Jul 2012
    Location
    Saugerties, NY
    Posts
    447

    Re: Nitrogen Reactions in a swimming pool?

    Today I came across a pool with very low pH, and I also had to add Trichlor shock. When I added pH increaser, I was thinking about this thread, and the idea that the reaction I had seen in the Ammonia pools could be due to low pH. There was no fizzing, at least nothing close to what I saw in the Ammonia pools. So it seems that the reaction isn't due to low pH or the presence of trichlor.

    Could there be a reaction between something like monochloramine and sodium carbonate?
    TreeFiter

    Pool Technician
    Saugerties, NY

  14. Back To Top    #14

    Join Date
    Mar 2007
    Location
    San Rafael, CA USA
    Posts
    12,082

    Re: Nitrogen Reactions in a swimming pool?

    It would be more likely that adding chlorine to monochloramine at low pH would produce more nitrogen trichloride and that might outgas, but would smell awful. I don't see how monochloramine and sodium carbonate would react in a way to produce a gas.

    Is it possible that the more vigorous reaction you saw in the earlier pools was because their pH was lower? You aren't testing exactly how low the pH is are you? Were the earlier pools and this one both reporting zero TA so turning red immediately indicating a pH of 4.5 or below? Perhaps the earlier pool had an even lower pH in the 2's or so while the one you are looking at now might only be in the 4's. That would be a factor of 100 difference and could account for why one is more vigorous than the other with regard to bubbles from sodium carbonate addition. Basically, if the pH is lower, then the sodium carbonate doesn't raise it as much and the resulting bicarbonate will go more to carbon dioxide and may produce bubbles. If the pH starts higher, then the pH is raised by the sodium carbonate so stops more at bicarbonate and not producing enough carbon dioxide to form bubbles.
    16,000 gallon outdoor in-ground 16'x32' plaster pool; Pentair Intelliflo VF pump; Pentair IntelliTouch i9+3s control system; Jandy CL-340 square foot cartridge filter
    12 Fafco solar panels; Purex Triton PowerMax 250 natural gas heater (200,000 BTU/hr output); automatic electric pool safety cover; 4-wheel pressure-side "The Pool Cleaner"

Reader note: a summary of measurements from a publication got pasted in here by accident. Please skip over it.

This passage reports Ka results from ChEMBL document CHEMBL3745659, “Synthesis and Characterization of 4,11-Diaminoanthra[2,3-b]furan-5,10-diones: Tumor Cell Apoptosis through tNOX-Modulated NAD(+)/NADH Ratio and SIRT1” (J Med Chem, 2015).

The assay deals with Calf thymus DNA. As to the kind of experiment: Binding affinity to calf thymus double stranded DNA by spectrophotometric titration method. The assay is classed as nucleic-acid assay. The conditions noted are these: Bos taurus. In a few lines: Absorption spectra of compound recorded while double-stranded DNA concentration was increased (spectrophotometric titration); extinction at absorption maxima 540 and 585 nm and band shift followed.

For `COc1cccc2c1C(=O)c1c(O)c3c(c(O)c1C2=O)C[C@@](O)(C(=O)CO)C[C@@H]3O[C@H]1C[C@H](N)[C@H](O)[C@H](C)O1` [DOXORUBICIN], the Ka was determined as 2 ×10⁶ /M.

15. Back To Top    #15

    In the Industry


    Join Date
    Jul 2012
    Location
    Saugerties, NY
    Posts
    447

    Re: Nitrogen Reactions in a swimming pool?

    I don't know exactly how low the pH was in any of these pools. I'm working with test strips typically, so when its low, its hard to know just how low. I don't remember the Ammonia pools being all that low to start (maybe 6.8-7.0), but after adding 8-12lb of trichlor, I would add pH increaser to bring it back up.

    The pool I tested yesterday was off the charts low. The test strips stop at 6.8, which is a light orange color. I was seeing something more yellow. If I were to try to interpolate the result, I would guess a low 6, maybe mid to high 5. So I don't think I'm dealing with extremely low pH as you describe.

    Would nitrogen trichloride also have a chlorine odor? I have noticed that sometimes after adding pH increaser, I will smell chlorine. With the ammonia pools, the odor is already present from neutralizing the ammonia, so it might go unnoticed as a new odor.
    TreeFiter

    Pool Technician
    Saugerties, NY

  16. Back To Top    #16

    Join Date
    Mar 2007
    Location
    San Rafael, CA USA
    Posts
    12,082

    Re: Nitrogen Reactions in a swimming pool?

    Nitrogen trichloride is "bad pool smell" odor, not the fresher bleach-like smell. Adding pH increaser to a pool without ammonia might just aerate it more if you get some bubbling and that probably just outgases some chlorine which will smell more like bleach.
    16,000 gallon outdoor in-ground 16'x32' plaster pool; Pentair Intelliflo VF pump; Pentair IntelliTouch i9+3s control system; Jandy CL-340 square foot cartridge filter
    12 Fafco solar panels; Purex Triton PowerMax 250 natural gas heater (200,000 BTU/hr output); automatic electric pool safety cover; 4-wheel pressure-side "The Pool Cleaner"

Posting Permissions

  • You may not post new threads
  • You may not post replies
  • You may not post attachments
  • You may not edit your posts
  •